Eight in 10 parents worry about their children’s road safety awareness – and their knowledge on electric vehicles
An updated set of road safety guidelines for children has launched today after research reveals many are not aware of the differences between electric vehicles and their fossil-fuelled equivalents.
A study of 1,200 British parents and children aged 6-17 found that more than eight in 10 parents are worried about modern road safety issues – including their children not hearing electric vehicles (39 per cent), wearing headphones (33 per cent) and using gadgets while walking (40 per cent).
More than a quarter of children (27 per cent) don’t know how electric vehicles are quieter, and 30 per cent didn’t realise they can accelerate faster than traditionally fuelled vehicles.
Nearly one in four (37 per cent) think their children are less sensible when out and about with friends, and 28 per cent worry they ignore read safety rules altogether.
Watching TikTok videos, playing computer games and chatting on the mobile phone are also said to distract children when they should take care near roads.
Parents are doing their best to instil good road awareness
The Green Car Cross Code launches in UK schools to encourage better road safety, as two thirds of parents admit their children aren’t ‘EV aware’.
The study was commissioned by leading car leasing brand ZenAuto, in hopes that the campaign will help upskill children and in turn make parents feel more confident.
The campaign aims to raise awareness of pedestrian road safety in the wake of the growing number of electric vehicles on Britain’s roads, as last year saw the biggest annual increase of registered electric cars in the UK – with more than 395,000 battery-electric cars registered, a growth of 92% on 2020.
Supported by road safety charite Brake, the Green Car Cross Code was unveiled by TV presenter and parent of two, Konnie Huq.
Speaking on the campaign, Konnie said: “Electric vehicles and alternative fuel vehicles are great for the planet and for reducing pollution in our towns and cities, but they are typically quieter and can accelerate quicker - it’s important that kids are tuned into modern road safety dangers. Just because they can’t hear a car doesn’t mean there isn’t one nearby.”
The study also found that more than half of parents (55 per cent) admit they are doing everything can to instil good road awareness in their children – from walking local routes to build familiarity (38 per cent) to talking about road safety during walks (37 per cent).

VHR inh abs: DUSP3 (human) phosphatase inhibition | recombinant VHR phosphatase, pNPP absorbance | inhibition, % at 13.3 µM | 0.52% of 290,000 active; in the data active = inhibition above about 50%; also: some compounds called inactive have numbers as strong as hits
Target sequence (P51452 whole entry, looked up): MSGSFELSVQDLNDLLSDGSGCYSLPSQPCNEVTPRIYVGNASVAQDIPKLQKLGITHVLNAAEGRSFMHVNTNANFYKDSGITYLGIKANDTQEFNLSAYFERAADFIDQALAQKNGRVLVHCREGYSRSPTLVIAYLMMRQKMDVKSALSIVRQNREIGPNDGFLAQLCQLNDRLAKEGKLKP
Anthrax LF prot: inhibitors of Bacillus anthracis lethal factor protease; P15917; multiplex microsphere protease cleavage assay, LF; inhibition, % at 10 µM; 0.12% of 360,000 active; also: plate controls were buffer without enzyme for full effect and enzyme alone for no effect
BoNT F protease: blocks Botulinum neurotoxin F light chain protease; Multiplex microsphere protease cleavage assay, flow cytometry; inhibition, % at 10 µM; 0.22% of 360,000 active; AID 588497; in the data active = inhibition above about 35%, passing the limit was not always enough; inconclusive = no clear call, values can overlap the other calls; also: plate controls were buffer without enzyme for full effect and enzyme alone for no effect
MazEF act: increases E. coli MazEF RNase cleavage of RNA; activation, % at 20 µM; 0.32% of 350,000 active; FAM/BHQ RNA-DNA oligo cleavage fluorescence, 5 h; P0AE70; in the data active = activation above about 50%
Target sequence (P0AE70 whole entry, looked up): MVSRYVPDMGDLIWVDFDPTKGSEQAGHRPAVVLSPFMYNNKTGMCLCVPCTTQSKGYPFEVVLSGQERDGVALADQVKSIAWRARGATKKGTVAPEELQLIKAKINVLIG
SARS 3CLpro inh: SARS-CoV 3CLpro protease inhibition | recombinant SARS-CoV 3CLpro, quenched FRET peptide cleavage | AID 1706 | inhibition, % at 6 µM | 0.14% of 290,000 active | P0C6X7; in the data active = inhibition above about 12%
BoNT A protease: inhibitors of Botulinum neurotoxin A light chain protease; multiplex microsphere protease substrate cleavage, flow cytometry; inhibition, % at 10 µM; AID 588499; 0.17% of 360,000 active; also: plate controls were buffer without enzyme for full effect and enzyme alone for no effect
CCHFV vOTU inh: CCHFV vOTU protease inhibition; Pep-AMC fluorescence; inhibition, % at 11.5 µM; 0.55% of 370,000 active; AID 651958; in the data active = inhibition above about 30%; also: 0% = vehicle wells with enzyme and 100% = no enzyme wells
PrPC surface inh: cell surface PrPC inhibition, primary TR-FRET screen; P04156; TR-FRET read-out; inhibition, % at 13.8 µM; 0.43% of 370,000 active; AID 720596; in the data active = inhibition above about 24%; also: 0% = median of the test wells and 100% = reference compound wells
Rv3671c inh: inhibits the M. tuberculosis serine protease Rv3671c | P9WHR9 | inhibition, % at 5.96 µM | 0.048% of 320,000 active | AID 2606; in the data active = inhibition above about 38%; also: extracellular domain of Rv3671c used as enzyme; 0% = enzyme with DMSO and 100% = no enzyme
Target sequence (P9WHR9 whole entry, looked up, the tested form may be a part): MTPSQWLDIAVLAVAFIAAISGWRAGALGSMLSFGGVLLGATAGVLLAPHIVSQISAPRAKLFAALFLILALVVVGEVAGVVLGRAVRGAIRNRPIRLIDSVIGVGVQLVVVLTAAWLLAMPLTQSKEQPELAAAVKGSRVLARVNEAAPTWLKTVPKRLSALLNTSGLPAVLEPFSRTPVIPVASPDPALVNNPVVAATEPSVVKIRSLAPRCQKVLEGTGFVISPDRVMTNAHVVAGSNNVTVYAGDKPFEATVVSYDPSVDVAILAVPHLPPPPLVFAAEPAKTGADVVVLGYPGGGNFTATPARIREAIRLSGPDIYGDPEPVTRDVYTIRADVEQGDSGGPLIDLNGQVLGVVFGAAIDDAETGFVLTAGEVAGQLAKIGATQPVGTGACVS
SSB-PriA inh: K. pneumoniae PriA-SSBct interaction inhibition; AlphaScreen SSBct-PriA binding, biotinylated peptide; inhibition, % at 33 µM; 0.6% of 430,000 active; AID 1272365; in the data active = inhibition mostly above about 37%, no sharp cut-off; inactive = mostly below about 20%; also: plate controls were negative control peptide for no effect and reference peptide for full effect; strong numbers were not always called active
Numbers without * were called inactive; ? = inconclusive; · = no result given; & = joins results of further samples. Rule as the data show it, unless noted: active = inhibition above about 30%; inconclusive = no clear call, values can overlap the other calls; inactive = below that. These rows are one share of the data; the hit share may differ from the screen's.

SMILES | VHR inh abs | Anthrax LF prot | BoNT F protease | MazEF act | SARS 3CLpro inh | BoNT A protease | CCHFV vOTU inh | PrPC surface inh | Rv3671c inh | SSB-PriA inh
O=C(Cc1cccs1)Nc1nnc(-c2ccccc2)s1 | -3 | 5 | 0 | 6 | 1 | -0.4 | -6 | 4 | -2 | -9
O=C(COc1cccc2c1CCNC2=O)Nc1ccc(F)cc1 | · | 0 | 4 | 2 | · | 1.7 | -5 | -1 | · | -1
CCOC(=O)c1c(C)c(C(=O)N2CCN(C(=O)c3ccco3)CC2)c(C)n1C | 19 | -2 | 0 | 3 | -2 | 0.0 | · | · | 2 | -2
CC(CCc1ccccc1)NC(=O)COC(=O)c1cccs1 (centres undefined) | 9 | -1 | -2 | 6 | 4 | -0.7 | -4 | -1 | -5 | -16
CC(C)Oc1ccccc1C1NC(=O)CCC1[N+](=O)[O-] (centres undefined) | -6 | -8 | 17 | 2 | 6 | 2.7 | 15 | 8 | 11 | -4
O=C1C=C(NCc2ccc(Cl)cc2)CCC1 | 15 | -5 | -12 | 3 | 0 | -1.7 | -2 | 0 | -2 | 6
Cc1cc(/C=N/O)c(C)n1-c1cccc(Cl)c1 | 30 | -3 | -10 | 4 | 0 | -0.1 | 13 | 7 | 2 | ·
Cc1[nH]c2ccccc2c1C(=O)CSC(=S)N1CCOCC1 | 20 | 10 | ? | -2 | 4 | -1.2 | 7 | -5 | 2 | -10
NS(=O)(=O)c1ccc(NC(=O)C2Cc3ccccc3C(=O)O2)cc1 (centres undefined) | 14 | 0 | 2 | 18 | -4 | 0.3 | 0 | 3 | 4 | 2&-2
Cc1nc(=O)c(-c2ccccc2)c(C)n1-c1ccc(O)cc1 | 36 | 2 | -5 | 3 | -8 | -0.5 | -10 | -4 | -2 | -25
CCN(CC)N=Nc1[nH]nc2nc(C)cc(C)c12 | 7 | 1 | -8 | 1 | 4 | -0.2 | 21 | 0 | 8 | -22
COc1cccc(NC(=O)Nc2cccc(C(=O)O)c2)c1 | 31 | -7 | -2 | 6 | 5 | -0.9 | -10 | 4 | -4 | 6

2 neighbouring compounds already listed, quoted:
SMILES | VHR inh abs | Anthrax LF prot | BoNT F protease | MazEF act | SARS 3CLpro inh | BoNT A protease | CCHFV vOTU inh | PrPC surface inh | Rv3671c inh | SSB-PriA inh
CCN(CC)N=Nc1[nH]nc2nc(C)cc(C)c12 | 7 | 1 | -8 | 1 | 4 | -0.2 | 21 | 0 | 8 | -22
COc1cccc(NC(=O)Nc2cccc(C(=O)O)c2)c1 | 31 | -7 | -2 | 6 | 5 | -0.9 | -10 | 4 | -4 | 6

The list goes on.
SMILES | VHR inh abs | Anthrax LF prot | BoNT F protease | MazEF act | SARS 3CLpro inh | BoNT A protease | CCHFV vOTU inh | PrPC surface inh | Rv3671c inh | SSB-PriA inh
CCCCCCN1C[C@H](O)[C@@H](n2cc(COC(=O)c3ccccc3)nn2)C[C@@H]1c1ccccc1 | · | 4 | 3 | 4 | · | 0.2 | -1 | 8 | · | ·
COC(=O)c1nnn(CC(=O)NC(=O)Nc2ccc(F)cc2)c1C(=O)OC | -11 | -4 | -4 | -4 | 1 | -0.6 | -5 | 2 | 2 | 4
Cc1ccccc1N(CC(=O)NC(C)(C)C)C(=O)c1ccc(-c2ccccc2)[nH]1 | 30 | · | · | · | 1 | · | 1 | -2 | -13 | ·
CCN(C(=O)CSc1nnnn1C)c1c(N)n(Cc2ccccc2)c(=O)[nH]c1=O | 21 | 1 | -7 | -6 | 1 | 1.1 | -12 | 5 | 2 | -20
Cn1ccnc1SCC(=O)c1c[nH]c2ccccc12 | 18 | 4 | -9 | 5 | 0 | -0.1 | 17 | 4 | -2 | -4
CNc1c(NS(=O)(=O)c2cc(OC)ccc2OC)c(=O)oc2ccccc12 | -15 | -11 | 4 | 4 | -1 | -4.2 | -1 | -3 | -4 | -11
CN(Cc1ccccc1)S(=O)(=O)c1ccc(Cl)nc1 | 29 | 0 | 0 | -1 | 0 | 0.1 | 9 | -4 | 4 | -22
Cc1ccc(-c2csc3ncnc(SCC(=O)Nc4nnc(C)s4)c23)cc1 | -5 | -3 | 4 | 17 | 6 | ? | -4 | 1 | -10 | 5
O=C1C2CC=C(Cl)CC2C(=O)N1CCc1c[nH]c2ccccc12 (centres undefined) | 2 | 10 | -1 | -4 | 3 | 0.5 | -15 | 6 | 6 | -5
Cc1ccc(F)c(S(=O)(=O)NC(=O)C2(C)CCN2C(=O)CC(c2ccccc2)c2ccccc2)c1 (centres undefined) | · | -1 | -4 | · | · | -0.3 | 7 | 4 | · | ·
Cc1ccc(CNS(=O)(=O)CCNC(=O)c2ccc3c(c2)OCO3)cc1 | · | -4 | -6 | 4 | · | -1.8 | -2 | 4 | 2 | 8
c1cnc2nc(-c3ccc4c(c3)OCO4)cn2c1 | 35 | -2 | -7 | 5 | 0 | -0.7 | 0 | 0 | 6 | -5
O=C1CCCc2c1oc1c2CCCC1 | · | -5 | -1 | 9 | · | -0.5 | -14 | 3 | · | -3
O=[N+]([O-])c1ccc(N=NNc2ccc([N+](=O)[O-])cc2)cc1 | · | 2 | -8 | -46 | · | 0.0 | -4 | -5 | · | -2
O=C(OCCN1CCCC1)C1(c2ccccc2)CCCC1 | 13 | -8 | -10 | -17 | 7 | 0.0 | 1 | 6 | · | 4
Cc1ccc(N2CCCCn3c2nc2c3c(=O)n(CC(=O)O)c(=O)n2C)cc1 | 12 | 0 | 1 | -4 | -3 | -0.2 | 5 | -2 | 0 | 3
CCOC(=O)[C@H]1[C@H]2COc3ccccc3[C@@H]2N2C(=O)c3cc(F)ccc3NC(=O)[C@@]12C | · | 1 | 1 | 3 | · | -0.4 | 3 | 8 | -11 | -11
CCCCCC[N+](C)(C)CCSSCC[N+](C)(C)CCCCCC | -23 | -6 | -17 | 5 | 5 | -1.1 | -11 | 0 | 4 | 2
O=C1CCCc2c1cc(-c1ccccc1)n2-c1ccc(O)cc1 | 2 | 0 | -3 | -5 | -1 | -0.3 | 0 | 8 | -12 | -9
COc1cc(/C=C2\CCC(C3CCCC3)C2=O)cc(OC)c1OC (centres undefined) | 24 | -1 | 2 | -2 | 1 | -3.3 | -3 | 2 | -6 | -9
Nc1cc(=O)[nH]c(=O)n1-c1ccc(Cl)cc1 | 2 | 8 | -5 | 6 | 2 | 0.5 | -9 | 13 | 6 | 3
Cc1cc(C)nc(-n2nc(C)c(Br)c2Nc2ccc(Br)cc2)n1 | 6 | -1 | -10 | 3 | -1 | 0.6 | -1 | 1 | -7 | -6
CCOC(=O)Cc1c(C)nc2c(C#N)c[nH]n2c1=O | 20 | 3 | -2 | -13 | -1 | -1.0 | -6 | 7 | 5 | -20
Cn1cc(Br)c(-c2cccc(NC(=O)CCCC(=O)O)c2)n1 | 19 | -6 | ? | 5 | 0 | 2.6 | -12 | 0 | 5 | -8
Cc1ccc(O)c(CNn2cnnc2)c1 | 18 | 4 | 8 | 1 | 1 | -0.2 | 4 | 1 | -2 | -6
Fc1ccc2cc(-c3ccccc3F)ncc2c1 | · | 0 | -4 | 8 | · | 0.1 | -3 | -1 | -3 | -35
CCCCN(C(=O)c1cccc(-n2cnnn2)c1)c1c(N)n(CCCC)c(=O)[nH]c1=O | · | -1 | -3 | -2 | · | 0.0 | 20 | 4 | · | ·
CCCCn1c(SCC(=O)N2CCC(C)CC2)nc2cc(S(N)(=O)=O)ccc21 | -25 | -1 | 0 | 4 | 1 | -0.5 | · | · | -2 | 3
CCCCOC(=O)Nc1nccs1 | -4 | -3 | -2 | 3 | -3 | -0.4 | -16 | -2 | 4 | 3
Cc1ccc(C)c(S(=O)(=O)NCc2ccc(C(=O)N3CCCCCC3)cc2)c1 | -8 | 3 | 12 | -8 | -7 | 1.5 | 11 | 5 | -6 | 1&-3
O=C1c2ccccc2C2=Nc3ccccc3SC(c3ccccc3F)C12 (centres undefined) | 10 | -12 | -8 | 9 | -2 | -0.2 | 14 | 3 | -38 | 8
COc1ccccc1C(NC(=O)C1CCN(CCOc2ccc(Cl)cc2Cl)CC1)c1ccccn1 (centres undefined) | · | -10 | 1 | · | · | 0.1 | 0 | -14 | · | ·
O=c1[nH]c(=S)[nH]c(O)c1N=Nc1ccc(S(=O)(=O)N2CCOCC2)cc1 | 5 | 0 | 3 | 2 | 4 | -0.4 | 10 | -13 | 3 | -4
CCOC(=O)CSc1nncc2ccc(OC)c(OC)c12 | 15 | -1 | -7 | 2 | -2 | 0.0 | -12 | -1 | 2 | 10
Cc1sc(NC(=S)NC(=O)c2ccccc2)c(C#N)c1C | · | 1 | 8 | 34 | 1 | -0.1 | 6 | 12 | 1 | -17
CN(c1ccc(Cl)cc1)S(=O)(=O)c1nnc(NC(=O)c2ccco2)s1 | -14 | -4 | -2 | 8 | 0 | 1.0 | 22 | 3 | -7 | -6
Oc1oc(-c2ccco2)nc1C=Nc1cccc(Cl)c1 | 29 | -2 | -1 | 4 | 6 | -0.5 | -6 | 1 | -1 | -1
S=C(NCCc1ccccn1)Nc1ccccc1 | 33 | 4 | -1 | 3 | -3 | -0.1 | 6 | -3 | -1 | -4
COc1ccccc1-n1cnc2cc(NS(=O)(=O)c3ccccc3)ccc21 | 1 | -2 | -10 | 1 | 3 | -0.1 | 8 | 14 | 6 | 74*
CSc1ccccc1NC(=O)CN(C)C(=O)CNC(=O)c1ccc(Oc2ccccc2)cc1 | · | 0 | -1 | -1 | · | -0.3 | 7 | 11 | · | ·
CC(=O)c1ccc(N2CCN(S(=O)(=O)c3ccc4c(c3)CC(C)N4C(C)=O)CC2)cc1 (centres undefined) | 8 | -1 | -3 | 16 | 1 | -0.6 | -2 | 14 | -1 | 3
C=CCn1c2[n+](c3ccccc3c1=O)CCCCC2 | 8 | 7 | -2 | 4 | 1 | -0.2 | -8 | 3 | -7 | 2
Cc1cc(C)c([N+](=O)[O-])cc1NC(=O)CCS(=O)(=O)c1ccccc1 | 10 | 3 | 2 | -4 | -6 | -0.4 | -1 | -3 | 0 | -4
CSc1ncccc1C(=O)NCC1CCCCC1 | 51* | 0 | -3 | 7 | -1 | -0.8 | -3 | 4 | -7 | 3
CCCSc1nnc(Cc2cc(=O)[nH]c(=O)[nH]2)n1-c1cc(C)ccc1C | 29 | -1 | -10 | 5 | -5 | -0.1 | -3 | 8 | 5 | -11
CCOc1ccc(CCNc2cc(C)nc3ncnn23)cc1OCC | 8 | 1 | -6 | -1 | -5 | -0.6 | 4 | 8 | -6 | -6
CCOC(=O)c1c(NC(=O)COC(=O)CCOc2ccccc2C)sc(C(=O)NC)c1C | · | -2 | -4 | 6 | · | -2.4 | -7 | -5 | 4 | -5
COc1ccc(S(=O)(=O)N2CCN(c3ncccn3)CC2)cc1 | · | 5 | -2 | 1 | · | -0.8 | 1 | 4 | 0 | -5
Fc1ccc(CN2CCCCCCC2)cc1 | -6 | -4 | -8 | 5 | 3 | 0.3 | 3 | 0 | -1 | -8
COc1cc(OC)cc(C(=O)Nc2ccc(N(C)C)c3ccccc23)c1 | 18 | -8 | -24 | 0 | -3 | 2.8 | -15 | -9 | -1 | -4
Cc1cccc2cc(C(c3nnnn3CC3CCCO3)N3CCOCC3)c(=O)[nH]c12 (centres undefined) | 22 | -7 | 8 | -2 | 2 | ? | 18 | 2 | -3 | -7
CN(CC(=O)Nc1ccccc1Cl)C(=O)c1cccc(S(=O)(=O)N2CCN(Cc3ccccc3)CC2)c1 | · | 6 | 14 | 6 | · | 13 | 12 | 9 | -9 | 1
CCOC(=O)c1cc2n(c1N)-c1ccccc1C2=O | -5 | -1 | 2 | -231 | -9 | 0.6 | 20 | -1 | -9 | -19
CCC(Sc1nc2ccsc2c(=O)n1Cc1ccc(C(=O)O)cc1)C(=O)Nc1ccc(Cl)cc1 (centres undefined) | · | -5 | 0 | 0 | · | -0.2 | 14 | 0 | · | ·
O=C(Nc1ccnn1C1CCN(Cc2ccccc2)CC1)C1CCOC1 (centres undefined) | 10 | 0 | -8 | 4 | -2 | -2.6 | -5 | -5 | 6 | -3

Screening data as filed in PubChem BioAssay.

Others warn their children not to listen to music when they’re out and about (40 per cent), encourage them to wear bright clothing (30 per cent) and vet who they walk with (26 per cent).
Parents are also adopting stealth tactics – nearly a third (32 per cent) say they have hidden behind lampposts to ensure their youngster was looking left and right, and 26 per cent have secretly followed them to school.
Guidelines to be shared with 4,000 schools and educators
Marketing Director Gemma Bacon said: “Our own data has shown that over the last three months, electric vehicles have accounted for 43% of all orders, on average. We’re not trying to replace the original Green Cross Code which was made famous in the 1970s. This campaign is all about giving parents and children additional guidance to help them be more vigilant when they cross the road in the modern world.”
It also emerged that children in the North East are the most EV aware, with three quarters of parents (76 per cent) believing their offspring know EVs are quieter than their fossil-fuelled equivalents.
Parents in Northern Ireland were the most concerned about their children’s EV knowledge with almost half (48 per cent) holding the opinion that their kids don’t know EVs are quieter – with 56 per cent didn’t think they had quicker acceleration.
Of those polled, 28 per cent of Welsh parents said they weren’t worried at all about their children’s safety when it came to modern road safety issues.
With support from Brake, the road safety charity, the Green Car Cross Code will be shared with over 4,000 schools and educators across the country to help families learn to cross roads more carefully.
Mary Williams, OBE, chief executive at Brake, said: “Road crashes are devastating events for families, friends and communities, and at Brake we see this first-hand through our work supporting families affected by road death and injury.
“By engaging children and young people with key road safety issues, and helping them speak out about the need for safe and healthy journeys, we can make our communities safer, help people to live active lifestyles, and stop needless tragedies before they happen. We’re pleased to support the work of our corporate partner ZenAuto to help schools and parents talk to children about how to cross roads safely.”
To find out more about the Green Car Cross Code and to put your road safety knowledge to the test, click here.